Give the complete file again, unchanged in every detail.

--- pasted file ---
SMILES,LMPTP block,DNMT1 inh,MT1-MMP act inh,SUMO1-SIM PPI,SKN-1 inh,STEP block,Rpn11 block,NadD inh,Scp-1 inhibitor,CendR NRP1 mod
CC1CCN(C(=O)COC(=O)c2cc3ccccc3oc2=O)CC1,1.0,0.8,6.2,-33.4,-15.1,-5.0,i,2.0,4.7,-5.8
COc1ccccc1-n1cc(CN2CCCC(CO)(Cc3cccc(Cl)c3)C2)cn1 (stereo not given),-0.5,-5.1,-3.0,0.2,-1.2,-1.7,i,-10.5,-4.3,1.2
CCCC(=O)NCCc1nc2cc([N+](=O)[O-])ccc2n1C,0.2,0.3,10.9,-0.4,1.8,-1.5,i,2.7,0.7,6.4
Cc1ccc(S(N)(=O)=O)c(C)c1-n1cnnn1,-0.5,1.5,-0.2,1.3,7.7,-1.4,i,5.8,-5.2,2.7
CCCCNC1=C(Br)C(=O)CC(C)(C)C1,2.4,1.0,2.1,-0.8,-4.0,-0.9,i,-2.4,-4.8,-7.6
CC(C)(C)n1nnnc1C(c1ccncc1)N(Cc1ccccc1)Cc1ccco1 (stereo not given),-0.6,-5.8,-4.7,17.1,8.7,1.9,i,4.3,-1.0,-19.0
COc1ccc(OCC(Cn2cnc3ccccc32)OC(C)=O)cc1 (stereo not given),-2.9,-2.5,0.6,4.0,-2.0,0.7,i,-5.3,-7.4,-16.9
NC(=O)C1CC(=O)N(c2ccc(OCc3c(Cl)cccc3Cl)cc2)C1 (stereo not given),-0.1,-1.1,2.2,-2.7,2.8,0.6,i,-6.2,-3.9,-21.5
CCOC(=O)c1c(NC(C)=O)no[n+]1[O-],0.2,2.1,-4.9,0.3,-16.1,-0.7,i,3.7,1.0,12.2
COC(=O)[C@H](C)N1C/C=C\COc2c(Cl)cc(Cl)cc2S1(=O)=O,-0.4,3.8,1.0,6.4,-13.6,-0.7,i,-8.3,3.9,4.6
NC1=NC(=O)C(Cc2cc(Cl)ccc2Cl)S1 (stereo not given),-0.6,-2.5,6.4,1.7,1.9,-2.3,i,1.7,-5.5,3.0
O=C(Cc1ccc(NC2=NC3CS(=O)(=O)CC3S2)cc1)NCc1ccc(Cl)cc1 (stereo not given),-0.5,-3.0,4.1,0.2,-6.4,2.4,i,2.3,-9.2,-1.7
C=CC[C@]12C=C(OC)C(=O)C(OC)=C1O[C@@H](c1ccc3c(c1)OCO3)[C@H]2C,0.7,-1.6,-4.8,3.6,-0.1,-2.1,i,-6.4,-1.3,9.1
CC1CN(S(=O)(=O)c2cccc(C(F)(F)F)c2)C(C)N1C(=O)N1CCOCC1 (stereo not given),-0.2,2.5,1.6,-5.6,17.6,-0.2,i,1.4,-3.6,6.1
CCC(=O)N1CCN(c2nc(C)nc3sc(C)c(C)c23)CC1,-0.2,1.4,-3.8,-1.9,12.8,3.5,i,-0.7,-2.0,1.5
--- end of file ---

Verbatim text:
SMILES,LMPTP block,DNMT1 inh,MT1-MMP act inh,SUMO1-SIM PPI,SKN-1 inh,STEP block,Rpn11 block,NadD inh,Scp-1 inhibitor,CendR NRP1 mod
CC1CCN(C(=O)COC(=O)c2cc3ccccc3oc2=O)CC1,1.0,0.8,6.2,-33.4,-15.1,-5.0,i,2.0,4.7,-5.8
COc1ccccc1-n1cc(CN2CCCC(CO)(Cc3cccc(Cl)c3)C2)cn1 (stereo not given),-0.5,-5.1,-3.0,0.2,-1.2,-1.7,i,-10.5,-4.3,1.2
CCCC(=O)NCCc1nc2cc([N+](=O)[O-])ccc2n1C,0.2,0.3,10.9,-0.4,1.8,-1.5,i,2.7,0.7,6.4
Cc1ccc(S(N)(=O)=O)c(C)c1-n1cnnn1,-0.5,1.5,-0.2,1.3,7.7,-1.4,i,5.8,-5.2,2.7
CCCCNC1=C(Br)C(=O)CC(C)(C)C1,2.4,1.0,2.1,-0.8,-4.0,-0.9,i,-2.4,-4.8,-7.6
CC(C)(C)n1nnnc1C(c1ccncc1)N(Cc1ccccc1)Cc1ccco1 (stereo not given),-0.6,-5.8,-4.7,17.1,8.7,1.9,i,4.3,-1.0,-19.0
COc1ccc(OCC(Cn2cnc3ccccc32)OC(C)=O)cc1 (stereo not given),-2.9,-2.5,0.6,4.0,-2.0,0.7,i,-5.3,-7.4,-16.9
NC(=O)C1CC(=O)N(c2ccc(OCc3c(Cl)cccc3Cl)cc2)C1 (stereo not given),-0.1,-1.1,2.2,-2.7,2.8,0.6,i,-6.2,-3.9,-21.5
CCOC(=O)c1c(NC(C)=O)no[n+]1[O-],0.2,2.1,-4.9,0.3,-16.1,-0.7,i,3.7,1.0,12.2
COC(=O)[C@H](C)N1C/C=C\COc2c(Cl)cc(Cl)cc2S1(=O)=O,-0.4,3.8,1.0,6.4,-13.6,-0.7,i,-8.3,3.9,4.6
NC1=NC(=O)C(Cc2cc(Cl)ccc2Cl)S1 (stereo not given),-0.6,-2.5,6.4,1.7,1.9,-2.3,i,1.7,-5.5,3.0
O=C(Cc1ccc(NC2=NC3CS(=O)(=O)CC3S2)cc1)NCc1ccc(Cl)cc1 (stereo not given),-0.5,-3.0,4.1,0.2,-6.4,2.4,i,2.3,-9.2,-1.7
C=CC[C@]12C=C(OC)C(=O)C(OC)=C1O[C@@H](c1ccc3c(c1)OCO3)[C@H]2C,0.7,-1.6,-4.8,3.6,-0.1,-2.1,i,-6.4,-1.3,9.1
CC1CN(S(=O)(=O)c2cccc(C(F)(F)F)c2)C(C)N1C(=O)N1CCOCC1 (stereo not given),-0.2,2.5,1.6,-5.6,17.6,-0.2,i,1.4,-3.6,6.1
CCC(=O)N1CCN(c2nc(C)nc3sc(C)c(C)c23)CC1,-0.2,1.4,-3.8,-1.9,12.8,3.5,i,-0.7,-2.0,1.5